Hotels in Southport, United Kingdom
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Napoleon always said yes in Southport
It’s easy to see why, in the mid-1800s, Napoleon III spent several happy years in this north-west UK seaside resort. Southport overlooks the Irish Sea and has always retained a distinctive sense of wellbeing and style. Famously, this is in evidence on the town’s Lord Street; a wide shopping area where visitors can wander around and enjoy top-end shops and fine restaurants and bars. Every night, there’s a definite cosmopolitan vibe to Southport. The beach is gloriously extensive and a wonderful place for family days out. Josephine would have loved Southport.
Not seeing the sea
VIP and royal visits are run of the mill to Southport. They are drawn to the resort’s space, taste, style, golf, shops and restaurants. Bumping around the bottom of Southport’s list of attractions is the sea itself. It makes occasional visits as the result of phases of the moon and tidal bores on the nearby River Mersey. Yes, the town’s numerous visitors flock here for many reasons, but not the sea. The beach, though, is vast and it seems that you could walk diagonally and ultimately reach Blackpool Tower in the distance. This is an illusion and the expedition shouldn’t be contemplated. The lack of sea in this seaside resort has been the endless source of jokes for many UK comedians. The late music hall star, Sandy Powell, for example, told about how he went to Southport to see the sea; but the man who knew where it was hadn’t turned up for work. These stories and jokes are grist to the mill and just serve to promote the resort’s name. Southport’s ever increasing popularity is focused on another, far more impressive sea of visitor attractions.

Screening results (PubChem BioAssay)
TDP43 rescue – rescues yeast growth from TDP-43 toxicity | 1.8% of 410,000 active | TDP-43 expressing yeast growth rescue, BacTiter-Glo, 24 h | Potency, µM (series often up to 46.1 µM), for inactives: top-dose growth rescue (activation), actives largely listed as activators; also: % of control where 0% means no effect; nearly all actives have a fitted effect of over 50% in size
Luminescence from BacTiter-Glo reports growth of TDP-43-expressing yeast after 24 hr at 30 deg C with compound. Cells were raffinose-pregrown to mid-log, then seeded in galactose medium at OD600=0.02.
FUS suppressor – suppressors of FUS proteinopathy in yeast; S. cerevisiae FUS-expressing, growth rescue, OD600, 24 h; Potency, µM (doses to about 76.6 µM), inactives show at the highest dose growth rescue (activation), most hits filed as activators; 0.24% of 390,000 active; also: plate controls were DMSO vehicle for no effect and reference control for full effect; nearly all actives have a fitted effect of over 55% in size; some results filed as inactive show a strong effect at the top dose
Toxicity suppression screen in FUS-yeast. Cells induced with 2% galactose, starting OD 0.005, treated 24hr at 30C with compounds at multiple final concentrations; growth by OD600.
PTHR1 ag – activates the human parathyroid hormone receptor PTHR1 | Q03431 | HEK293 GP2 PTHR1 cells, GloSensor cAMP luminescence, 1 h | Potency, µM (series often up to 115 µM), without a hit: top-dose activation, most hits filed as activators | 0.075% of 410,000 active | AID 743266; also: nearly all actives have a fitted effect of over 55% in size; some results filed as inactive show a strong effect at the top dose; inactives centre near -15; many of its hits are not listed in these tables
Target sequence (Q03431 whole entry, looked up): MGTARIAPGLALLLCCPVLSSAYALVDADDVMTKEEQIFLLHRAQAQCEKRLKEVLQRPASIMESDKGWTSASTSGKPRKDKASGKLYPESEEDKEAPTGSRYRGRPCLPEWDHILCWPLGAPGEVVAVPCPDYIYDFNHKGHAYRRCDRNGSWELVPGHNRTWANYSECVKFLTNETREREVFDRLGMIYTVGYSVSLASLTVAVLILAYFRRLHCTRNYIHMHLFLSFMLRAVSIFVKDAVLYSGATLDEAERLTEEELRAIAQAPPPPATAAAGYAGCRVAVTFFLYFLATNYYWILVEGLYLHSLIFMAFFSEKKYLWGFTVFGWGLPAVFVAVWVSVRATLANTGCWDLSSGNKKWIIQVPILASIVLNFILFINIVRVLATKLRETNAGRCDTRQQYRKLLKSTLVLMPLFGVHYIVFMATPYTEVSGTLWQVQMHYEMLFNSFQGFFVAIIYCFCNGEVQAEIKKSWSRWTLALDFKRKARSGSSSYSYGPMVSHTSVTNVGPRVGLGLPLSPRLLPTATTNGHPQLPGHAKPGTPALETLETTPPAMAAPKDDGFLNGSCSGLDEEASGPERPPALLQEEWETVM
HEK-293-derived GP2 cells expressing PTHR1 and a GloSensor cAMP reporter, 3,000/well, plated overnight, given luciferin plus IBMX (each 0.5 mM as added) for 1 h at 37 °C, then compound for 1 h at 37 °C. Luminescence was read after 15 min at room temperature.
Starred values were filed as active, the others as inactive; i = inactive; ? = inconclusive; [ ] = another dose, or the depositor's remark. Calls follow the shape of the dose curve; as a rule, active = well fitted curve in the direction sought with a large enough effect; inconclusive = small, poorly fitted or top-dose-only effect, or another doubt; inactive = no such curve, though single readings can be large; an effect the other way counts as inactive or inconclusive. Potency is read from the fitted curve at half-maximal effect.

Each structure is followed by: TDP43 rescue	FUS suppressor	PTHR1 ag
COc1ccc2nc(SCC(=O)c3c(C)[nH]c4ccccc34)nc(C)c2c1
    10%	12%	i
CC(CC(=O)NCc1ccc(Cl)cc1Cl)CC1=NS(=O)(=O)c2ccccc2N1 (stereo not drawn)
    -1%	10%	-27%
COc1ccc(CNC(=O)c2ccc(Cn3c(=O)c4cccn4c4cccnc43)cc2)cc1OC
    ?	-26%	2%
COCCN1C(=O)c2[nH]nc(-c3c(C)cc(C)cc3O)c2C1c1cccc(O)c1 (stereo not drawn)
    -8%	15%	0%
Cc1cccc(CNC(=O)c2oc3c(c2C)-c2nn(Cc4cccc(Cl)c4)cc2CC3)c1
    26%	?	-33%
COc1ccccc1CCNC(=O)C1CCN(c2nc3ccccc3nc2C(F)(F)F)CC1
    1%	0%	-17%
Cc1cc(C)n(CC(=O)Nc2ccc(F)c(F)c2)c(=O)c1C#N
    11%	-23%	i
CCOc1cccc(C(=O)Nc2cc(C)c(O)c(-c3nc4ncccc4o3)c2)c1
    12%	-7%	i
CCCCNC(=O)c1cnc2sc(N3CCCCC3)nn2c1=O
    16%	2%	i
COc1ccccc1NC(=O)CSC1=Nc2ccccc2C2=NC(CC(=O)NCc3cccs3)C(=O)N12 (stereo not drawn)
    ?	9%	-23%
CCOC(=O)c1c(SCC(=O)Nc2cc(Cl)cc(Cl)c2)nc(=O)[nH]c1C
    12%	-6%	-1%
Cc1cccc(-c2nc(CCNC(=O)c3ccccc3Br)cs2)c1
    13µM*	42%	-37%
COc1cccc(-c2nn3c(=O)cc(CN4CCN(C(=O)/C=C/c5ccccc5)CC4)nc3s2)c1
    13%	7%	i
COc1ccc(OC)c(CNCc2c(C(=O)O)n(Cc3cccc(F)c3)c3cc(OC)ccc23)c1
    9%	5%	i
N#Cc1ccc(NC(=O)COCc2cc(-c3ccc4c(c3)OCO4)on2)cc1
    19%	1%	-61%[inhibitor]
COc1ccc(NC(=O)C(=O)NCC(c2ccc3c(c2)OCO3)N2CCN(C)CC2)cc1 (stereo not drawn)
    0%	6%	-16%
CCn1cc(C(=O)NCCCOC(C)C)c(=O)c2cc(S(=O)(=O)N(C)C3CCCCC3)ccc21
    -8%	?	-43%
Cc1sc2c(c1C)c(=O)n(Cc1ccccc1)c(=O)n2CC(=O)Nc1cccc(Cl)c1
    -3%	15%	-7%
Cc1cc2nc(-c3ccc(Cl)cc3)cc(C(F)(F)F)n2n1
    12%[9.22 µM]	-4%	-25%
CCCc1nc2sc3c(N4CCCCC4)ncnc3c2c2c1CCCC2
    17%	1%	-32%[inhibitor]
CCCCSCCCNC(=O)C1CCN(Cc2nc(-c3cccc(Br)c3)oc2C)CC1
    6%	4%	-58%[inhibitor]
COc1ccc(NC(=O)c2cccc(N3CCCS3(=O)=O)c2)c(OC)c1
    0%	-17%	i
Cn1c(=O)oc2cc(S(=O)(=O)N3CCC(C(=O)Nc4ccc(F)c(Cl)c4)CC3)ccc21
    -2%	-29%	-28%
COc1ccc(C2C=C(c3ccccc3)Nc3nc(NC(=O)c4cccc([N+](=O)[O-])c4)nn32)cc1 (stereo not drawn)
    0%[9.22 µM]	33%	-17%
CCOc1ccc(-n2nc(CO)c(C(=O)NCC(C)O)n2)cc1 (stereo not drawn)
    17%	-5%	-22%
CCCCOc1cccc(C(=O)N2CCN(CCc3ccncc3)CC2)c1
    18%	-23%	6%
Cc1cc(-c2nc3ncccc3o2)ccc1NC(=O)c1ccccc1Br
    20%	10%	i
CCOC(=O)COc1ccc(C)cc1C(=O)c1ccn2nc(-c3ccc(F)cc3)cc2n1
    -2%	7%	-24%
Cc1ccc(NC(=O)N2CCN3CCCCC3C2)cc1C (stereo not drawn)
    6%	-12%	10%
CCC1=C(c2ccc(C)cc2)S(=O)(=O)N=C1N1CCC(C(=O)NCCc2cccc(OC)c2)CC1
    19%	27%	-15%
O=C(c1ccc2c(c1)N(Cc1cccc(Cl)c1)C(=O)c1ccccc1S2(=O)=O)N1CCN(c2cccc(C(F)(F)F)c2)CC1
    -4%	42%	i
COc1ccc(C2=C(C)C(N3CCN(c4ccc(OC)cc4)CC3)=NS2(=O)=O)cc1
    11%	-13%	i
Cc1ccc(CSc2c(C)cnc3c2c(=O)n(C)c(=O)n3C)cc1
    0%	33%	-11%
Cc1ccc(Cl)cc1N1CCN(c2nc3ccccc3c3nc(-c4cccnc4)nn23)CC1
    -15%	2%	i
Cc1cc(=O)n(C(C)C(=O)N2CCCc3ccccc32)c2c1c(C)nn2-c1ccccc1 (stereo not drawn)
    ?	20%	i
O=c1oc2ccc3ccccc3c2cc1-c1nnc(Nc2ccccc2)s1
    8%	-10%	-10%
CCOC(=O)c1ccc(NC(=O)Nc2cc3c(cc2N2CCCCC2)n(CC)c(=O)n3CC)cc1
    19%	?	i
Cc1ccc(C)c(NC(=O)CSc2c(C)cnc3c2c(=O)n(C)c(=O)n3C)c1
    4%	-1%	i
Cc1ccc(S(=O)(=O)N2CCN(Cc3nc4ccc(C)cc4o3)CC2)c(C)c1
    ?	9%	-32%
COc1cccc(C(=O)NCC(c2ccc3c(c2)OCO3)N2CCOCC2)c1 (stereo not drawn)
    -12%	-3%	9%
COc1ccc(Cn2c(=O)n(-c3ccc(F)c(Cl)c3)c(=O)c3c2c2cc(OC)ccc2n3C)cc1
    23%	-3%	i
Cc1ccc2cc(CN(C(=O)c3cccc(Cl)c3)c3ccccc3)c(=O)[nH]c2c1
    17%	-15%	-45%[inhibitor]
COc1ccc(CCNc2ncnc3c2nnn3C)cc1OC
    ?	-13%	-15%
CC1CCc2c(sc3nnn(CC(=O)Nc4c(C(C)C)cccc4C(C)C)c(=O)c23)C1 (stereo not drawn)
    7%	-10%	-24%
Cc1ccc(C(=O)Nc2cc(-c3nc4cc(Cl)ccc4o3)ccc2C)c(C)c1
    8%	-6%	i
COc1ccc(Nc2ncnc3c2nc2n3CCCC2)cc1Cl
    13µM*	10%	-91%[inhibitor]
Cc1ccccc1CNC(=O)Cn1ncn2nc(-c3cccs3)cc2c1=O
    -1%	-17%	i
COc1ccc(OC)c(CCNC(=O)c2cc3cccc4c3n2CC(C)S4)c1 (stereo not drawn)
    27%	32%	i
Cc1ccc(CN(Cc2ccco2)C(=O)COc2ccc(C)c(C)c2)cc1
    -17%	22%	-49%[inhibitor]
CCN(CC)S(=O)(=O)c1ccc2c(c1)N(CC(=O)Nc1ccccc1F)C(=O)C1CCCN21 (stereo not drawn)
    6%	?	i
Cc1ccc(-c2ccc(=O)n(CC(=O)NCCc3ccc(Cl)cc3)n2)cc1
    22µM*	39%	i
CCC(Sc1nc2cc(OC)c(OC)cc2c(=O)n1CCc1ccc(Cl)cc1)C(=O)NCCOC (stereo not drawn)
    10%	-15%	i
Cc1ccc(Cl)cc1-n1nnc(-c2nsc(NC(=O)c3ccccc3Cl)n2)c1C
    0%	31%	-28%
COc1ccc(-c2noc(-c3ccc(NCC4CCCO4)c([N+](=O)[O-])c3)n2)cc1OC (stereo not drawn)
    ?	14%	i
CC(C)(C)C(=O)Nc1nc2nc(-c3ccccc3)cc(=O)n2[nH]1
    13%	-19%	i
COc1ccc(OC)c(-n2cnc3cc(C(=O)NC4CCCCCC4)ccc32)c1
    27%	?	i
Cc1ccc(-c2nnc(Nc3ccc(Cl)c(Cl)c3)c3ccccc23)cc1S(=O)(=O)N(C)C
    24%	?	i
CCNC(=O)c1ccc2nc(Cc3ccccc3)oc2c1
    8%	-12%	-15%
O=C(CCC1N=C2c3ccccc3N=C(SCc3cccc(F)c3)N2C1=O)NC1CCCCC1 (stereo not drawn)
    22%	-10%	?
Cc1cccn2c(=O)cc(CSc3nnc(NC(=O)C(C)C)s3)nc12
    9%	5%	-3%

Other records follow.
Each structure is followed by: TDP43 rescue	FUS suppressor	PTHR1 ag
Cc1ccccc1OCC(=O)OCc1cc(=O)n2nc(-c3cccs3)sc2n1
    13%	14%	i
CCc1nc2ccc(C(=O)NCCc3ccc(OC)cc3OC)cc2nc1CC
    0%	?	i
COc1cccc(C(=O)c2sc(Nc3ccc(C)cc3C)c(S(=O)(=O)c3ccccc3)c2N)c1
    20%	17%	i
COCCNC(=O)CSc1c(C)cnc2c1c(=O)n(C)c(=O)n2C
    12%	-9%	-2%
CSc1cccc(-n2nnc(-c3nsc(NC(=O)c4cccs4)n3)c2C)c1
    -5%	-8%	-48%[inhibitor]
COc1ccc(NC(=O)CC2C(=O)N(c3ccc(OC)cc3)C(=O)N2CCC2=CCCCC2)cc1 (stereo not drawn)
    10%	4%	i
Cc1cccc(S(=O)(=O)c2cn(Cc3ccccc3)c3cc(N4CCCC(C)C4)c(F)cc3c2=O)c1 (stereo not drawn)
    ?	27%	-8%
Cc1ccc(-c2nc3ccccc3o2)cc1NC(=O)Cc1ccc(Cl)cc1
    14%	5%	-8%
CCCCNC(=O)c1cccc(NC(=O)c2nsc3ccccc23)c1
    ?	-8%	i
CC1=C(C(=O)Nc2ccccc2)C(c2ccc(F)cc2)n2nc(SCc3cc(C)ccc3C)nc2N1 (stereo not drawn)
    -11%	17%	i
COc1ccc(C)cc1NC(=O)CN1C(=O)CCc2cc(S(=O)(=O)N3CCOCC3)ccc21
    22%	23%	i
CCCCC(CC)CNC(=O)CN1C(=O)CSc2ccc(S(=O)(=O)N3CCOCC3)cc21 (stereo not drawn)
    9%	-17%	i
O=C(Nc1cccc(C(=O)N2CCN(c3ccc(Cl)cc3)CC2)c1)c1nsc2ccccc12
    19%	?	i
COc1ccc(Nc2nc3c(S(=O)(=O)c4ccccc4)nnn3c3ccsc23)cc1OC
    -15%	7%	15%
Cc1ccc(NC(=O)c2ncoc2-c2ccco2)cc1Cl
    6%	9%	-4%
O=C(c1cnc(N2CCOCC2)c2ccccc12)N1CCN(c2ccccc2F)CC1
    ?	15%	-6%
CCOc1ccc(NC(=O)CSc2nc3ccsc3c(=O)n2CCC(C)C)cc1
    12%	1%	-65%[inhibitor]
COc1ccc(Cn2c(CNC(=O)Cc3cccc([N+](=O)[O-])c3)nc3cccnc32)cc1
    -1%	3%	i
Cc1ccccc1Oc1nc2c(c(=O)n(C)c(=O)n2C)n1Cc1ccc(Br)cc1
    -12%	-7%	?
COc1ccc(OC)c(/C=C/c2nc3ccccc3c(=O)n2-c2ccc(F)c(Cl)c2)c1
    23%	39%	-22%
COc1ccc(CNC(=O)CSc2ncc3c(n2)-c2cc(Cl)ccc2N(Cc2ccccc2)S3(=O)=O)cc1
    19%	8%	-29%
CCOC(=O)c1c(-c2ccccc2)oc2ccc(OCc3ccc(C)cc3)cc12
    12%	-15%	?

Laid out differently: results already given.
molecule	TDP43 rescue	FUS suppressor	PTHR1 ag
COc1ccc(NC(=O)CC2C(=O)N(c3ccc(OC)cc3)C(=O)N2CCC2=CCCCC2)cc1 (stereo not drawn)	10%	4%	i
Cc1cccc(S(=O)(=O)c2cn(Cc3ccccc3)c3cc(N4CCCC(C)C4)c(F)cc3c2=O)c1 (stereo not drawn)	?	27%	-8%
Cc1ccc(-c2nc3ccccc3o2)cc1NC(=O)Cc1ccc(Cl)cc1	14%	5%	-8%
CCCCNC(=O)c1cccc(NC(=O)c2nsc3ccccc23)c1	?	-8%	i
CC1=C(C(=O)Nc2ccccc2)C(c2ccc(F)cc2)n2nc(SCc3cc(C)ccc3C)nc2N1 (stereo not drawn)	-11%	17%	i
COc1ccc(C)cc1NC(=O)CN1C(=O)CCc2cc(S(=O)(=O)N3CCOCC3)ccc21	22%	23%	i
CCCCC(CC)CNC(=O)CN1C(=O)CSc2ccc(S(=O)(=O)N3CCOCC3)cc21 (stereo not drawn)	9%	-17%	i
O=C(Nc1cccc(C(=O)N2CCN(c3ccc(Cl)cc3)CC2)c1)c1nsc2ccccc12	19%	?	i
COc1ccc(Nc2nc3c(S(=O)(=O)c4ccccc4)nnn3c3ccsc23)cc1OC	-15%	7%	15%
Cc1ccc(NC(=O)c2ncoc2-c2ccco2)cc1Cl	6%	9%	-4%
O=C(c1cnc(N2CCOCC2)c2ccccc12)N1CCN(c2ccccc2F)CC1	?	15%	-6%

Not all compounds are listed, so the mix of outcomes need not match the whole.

At the top of its class
It all began in 1792 when William Sutton dipped his commercial toe in the Southport sea and built a bathing house in nearby North Meols. A hotel followed and by the 1800s, Southport’s reputation as a classy, fashionable watering hole was founded. The introduction of electrified trams and lighting also served to lure visitors like moths to a flame. The mid-19th century saw the introduction of railways and easy visitor access from industrial centres such as Manchester, Liverpool and Preston. This swift journey time ensured Southport’s appeal as a home base for commuting industrialists and business people. Luxurious and spacious homes were built to house these affluent residents and of course, they are still in evidence. In this part of the world, Southport’s Lord Street establishments have more impact than those on London’s Mayfair. Internationally recognised recreational facilities and golf courses also began to appear. Quality reigns in Southport; a resort which remains in an enviable class of its own.
It’s all about the 19th tee in Southport
Royal Birkdale, Ainsdale and the Ryder Cup, are known throughout the golfing fraternity. The enthusiastic golfer combines all these into one word; Southport. Typically, Royal Birkdale’s Dynasty styled course and club house nestle in Southport’s vast sand dunes. The club hosts Women’s’ Open, Walker, Curtis Cup and Senior championships and is one of the premier courses in the world. Naturally, clubs felt the need to cater for the fine dining requirements of visiting players, celebrities and VIPs. So, too, did the resort as a whole. Whilst Lord Street is the prime example; there is an eclectic selection of fine quality restaurants and bars, to be found throughout the town. The Swan, Brewers Fayre Ocean Plaza and Le Boulevard are among the area’s many great value, family-friendly restaurants. Top-end dining is at a number of inviting establishments including Volare and The Hungry Monk. The latter; from its south UK base, introduced Banoffee Pie to the country. The UK nation remains eternally grateful for this.
Southport is the place to stay
Many Southport hotels are within the relaxing and sought-after areas around Marine Lake and Princes Park. Naturally, in this traditional resort of Southport, the great value, family run bed and breakfast guesthouse continues to thrive. There are self-catering apartment options too and some of these enjoy a much sought after Lord Street setting. At the other end of the scale and a little detached from the resort centre, there is good value, more basic hotel accommodation that is designed for visitors who are on a strict budget. Generally, wherever you stay, you are within easy reach of the beach, restaurants and entertainment centres. The ever-burgeoning city of Liverpool is a short road or rail journey away. You’ll be hard-pressed, though, to find anything to tempt you away from Southport’s very special charms for any real length of time.
Price rangefrom €44to €170
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